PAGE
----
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Are best practices for firmware project file structures a thing of the past?
February 1, 2021
5 Min Read
There are many benefits in having an organized software project when developing firmware. First, such projects make it easy to find modules and files when you need them rather than wasting time hunting around. Second, an organized project can help with project scalability by not requiring constant adjustments to a project make file or project properties. Third, if meticulously organized, developers should be able to easily integrate tools, rebuild their development environment and even port the code more easily. There are lots of ways to organize a code base but in today’s post, I’ll show you how I typically organize my projects.
When starting a new project, it’s good to have some sort of top-level organization to make it easy to find things. Over the years, I’ve adopted a simple but effective structure that I use at the start of every project, which then usually evolves slightly based on the needs of the project. The structure typically starts with the following:
While at first glance this structure may seem self-explanatory, it might be best if I explain what each of these elements does and how I typically handle them.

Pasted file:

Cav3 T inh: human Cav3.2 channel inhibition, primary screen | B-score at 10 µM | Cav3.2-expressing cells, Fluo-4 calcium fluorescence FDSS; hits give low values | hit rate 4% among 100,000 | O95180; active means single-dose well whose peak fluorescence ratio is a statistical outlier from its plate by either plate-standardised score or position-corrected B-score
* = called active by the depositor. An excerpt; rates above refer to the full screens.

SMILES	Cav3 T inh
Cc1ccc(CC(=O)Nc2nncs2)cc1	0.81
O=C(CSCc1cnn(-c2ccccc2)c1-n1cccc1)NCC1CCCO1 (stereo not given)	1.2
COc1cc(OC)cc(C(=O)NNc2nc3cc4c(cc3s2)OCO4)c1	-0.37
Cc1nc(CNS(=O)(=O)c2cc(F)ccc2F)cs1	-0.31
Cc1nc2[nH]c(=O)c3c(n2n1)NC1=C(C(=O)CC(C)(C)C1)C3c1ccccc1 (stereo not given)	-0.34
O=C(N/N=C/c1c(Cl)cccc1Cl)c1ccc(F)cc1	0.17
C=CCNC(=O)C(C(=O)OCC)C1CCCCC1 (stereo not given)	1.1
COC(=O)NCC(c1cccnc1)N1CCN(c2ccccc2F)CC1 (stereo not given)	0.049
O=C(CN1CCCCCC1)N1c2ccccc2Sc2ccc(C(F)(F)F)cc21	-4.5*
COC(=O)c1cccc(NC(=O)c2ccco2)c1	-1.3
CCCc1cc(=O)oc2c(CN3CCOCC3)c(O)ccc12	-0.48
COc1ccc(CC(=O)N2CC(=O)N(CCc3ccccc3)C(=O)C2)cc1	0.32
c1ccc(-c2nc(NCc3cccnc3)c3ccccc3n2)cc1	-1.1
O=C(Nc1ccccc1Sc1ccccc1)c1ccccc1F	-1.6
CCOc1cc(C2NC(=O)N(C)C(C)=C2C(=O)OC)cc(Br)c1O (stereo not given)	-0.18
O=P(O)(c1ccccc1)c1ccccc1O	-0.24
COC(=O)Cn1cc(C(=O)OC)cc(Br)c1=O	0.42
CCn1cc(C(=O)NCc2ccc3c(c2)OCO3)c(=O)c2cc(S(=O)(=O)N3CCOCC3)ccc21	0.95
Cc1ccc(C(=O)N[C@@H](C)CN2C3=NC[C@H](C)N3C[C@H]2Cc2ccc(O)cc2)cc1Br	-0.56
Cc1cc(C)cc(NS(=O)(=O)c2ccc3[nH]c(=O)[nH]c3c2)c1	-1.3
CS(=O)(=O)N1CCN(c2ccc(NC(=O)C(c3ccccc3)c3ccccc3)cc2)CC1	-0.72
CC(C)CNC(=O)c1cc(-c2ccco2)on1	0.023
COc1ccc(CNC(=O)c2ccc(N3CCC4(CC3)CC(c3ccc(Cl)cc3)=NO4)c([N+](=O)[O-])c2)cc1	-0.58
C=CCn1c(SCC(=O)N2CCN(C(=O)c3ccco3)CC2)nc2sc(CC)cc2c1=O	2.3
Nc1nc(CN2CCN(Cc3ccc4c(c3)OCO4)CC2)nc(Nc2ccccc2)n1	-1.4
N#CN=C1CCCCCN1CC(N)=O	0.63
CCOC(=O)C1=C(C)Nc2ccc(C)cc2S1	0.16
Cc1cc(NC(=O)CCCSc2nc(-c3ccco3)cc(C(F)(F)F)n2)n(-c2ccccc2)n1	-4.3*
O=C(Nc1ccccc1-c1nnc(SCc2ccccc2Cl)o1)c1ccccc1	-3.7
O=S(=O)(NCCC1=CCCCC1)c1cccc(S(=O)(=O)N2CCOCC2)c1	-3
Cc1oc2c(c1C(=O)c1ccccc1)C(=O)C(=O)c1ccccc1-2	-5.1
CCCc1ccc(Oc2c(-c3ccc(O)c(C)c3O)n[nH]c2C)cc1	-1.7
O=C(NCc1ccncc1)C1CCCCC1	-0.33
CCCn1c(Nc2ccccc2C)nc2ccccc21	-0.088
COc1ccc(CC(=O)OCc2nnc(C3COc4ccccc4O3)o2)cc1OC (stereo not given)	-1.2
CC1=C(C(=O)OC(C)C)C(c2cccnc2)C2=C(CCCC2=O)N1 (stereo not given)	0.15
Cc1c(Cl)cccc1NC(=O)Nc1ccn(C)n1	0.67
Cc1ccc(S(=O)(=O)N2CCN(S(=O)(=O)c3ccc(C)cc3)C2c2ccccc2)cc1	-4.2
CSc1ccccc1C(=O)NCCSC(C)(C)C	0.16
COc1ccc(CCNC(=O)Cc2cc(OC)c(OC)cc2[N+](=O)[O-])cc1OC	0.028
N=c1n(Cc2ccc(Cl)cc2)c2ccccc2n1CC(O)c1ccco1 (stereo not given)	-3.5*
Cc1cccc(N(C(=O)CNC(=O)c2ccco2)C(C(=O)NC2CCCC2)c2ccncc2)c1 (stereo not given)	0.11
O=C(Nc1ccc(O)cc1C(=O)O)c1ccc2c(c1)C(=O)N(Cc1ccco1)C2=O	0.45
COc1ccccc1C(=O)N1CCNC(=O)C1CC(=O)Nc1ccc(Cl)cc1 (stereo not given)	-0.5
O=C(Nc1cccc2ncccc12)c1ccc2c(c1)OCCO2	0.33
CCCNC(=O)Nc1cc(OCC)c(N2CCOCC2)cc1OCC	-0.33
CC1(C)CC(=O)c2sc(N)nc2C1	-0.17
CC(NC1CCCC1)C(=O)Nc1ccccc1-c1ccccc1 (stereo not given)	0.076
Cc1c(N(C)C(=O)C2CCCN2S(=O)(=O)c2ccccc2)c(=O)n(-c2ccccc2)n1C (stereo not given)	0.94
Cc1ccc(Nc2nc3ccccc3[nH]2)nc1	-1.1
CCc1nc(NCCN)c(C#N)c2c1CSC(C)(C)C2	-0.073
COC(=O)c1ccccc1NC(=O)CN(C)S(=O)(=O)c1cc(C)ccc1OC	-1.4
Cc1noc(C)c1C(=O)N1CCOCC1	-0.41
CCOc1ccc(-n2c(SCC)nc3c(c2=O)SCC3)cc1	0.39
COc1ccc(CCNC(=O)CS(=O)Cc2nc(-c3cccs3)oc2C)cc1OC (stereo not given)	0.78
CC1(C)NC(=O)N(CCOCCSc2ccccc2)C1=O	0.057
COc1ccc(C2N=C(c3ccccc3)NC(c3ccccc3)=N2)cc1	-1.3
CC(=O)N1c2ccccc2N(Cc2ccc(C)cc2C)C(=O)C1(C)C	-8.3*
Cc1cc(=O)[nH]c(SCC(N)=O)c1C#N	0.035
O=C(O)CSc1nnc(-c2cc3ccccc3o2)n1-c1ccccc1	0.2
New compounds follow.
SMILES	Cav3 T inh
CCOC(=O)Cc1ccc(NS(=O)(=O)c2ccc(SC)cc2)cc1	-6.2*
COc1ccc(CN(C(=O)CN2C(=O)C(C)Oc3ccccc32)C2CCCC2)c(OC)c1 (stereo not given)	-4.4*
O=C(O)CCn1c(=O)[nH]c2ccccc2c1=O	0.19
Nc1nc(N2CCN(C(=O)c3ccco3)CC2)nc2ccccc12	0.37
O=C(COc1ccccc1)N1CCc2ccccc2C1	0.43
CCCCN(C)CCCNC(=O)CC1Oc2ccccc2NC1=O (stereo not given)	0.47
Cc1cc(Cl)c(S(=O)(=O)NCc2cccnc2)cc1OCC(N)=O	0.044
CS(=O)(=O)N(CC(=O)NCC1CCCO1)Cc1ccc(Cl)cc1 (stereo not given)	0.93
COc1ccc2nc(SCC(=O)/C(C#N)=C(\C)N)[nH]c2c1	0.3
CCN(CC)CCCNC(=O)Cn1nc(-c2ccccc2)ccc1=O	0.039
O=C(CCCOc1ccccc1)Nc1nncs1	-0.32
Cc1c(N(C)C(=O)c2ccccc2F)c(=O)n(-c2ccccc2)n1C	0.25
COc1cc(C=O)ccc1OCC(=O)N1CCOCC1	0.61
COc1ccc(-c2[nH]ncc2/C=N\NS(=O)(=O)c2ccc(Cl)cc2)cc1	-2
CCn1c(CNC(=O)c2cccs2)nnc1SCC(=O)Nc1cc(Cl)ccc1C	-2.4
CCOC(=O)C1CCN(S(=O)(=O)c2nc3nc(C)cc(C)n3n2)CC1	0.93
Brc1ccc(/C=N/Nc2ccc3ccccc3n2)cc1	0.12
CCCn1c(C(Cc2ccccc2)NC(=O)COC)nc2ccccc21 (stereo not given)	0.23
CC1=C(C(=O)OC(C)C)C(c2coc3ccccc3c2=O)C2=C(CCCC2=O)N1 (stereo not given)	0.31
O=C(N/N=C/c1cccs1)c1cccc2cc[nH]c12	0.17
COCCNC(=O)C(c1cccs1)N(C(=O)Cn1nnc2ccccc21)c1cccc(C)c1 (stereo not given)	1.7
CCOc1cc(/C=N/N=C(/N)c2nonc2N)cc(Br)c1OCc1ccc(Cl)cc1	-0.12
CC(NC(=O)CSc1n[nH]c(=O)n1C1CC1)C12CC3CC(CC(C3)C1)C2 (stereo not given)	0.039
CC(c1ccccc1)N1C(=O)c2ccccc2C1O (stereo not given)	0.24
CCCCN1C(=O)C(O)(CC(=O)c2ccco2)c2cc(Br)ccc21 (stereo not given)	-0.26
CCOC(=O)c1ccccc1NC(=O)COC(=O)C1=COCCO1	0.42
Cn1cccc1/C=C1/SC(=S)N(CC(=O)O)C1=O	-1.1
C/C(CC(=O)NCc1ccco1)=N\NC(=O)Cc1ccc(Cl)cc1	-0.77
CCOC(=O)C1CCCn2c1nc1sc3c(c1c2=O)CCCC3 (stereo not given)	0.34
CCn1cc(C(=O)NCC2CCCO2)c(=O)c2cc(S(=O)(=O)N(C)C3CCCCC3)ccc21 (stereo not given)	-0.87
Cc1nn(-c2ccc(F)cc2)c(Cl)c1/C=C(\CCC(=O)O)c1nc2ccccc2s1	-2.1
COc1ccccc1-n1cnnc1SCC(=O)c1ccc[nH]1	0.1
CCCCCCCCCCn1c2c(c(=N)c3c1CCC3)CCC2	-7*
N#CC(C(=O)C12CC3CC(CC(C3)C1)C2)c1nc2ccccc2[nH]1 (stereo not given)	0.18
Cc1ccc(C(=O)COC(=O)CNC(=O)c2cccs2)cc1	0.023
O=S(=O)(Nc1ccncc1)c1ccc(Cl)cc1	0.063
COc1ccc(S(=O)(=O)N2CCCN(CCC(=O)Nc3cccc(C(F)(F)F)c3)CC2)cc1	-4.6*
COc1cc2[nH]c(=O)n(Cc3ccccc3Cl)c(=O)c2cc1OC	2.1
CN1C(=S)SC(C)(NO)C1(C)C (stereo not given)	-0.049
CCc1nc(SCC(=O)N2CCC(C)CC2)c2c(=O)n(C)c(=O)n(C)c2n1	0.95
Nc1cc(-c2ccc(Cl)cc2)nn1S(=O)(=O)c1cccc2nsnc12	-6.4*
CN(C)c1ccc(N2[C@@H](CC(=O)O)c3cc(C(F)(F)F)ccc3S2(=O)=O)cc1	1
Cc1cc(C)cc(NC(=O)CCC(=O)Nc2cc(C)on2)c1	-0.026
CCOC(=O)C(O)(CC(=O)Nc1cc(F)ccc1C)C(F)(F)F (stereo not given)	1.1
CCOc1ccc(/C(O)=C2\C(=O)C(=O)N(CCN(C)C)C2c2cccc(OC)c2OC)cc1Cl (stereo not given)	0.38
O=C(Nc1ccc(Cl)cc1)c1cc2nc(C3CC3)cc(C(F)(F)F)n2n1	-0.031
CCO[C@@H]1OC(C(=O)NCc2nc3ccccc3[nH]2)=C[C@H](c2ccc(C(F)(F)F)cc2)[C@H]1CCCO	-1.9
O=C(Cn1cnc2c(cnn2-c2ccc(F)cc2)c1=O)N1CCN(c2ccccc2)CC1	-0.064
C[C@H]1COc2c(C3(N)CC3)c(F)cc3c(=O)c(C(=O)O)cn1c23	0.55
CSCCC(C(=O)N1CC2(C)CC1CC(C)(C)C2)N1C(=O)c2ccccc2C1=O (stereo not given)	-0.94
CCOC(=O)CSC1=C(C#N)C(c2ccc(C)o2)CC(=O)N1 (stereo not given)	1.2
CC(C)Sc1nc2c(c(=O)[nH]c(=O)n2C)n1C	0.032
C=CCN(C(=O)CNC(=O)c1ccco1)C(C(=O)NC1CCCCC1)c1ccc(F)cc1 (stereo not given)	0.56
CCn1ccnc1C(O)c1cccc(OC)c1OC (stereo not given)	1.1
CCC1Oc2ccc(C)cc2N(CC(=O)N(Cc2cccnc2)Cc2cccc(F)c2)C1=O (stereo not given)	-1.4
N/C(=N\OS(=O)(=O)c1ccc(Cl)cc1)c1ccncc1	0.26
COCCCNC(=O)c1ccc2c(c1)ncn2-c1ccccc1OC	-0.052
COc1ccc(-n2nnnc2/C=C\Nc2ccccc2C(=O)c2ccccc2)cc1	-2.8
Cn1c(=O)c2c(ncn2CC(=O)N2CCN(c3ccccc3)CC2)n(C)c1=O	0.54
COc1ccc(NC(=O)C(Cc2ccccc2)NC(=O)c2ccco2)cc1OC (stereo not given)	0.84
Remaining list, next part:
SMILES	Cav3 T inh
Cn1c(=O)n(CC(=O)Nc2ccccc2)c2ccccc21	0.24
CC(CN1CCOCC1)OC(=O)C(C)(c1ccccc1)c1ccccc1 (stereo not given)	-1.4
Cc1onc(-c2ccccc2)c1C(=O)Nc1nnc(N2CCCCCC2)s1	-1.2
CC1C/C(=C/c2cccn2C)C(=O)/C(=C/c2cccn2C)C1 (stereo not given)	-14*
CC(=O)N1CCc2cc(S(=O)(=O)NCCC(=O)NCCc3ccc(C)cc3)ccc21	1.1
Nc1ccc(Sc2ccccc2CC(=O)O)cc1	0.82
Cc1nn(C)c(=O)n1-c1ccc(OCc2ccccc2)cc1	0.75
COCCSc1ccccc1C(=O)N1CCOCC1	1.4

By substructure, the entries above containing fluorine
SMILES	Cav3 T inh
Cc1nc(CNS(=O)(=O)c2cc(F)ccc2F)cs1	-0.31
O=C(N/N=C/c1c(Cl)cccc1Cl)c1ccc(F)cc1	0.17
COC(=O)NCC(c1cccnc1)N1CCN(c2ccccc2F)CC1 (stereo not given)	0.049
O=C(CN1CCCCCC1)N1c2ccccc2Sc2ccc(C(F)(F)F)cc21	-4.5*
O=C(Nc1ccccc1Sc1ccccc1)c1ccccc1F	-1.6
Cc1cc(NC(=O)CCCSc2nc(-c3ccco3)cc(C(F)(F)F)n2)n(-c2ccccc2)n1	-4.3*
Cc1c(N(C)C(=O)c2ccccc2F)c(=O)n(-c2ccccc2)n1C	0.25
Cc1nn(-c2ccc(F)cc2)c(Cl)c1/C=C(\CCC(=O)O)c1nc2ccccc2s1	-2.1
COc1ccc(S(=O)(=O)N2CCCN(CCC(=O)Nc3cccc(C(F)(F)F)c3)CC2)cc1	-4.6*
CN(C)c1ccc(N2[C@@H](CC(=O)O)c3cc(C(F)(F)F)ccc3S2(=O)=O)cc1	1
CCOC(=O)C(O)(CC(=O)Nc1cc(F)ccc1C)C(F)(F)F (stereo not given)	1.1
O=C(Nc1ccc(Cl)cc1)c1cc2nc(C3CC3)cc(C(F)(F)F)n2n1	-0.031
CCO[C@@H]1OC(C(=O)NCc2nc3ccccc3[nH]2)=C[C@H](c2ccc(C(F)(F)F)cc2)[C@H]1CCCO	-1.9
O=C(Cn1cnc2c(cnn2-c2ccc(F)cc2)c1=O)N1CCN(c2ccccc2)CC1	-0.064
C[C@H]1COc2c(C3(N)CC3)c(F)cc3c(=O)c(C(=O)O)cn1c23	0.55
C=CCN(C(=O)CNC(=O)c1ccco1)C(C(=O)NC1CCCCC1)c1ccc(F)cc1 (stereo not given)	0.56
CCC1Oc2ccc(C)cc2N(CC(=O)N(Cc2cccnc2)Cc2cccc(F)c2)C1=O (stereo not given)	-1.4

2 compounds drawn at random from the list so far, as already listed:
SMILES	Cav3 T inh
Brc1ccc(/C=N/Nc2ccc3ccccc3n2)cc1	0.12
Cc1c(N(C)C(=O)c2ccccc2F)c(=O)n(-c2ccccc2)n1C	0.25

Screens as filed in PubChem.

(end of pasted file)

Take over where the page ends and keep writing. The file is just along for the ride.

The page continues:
The Application directory is used to store all the application-specific code. This is custom code is written specifically for the product. A developer can consider this as the secret sauce or the code that differentiates the embedded system from every other one out there. This folder contains application modules along with any configuration modules that go with them that help make the code portable and scalable. One might want to create subdirectories to include source and configuration code, but I’ve often found that isn’t helpful and just requires adding more include paths to the project configuration. If I want to organize these further, do it in the actual Integrated Development Environment (IDE) software.
The documentation directory is used for several types of documentation. First, Doxygen generated manuals and files are all stored under this directory. Second, any additional documentation that is useful such as write-ups about user guides, CRC’s, input file formats, development specific data, and so forth.
The middleware directory stores all the relevant middleware and third-party libraries that are used in the project. I often link to Git submodules in this directory. There was once a best practice where teams would pull in a copy of everything they used, and they would keep it static so that it would never change, and they would always have a backup. This is a great practice, but I’ve found that today it’s more practical to include the Git submodule and then check-out the tagged revisions. With each official build for the project, the versions of each library used are documented. That way, to stay current, I can just pull from the submodule the latest revision versus exporting it, importing it into my repository, adding, committing, and so forth.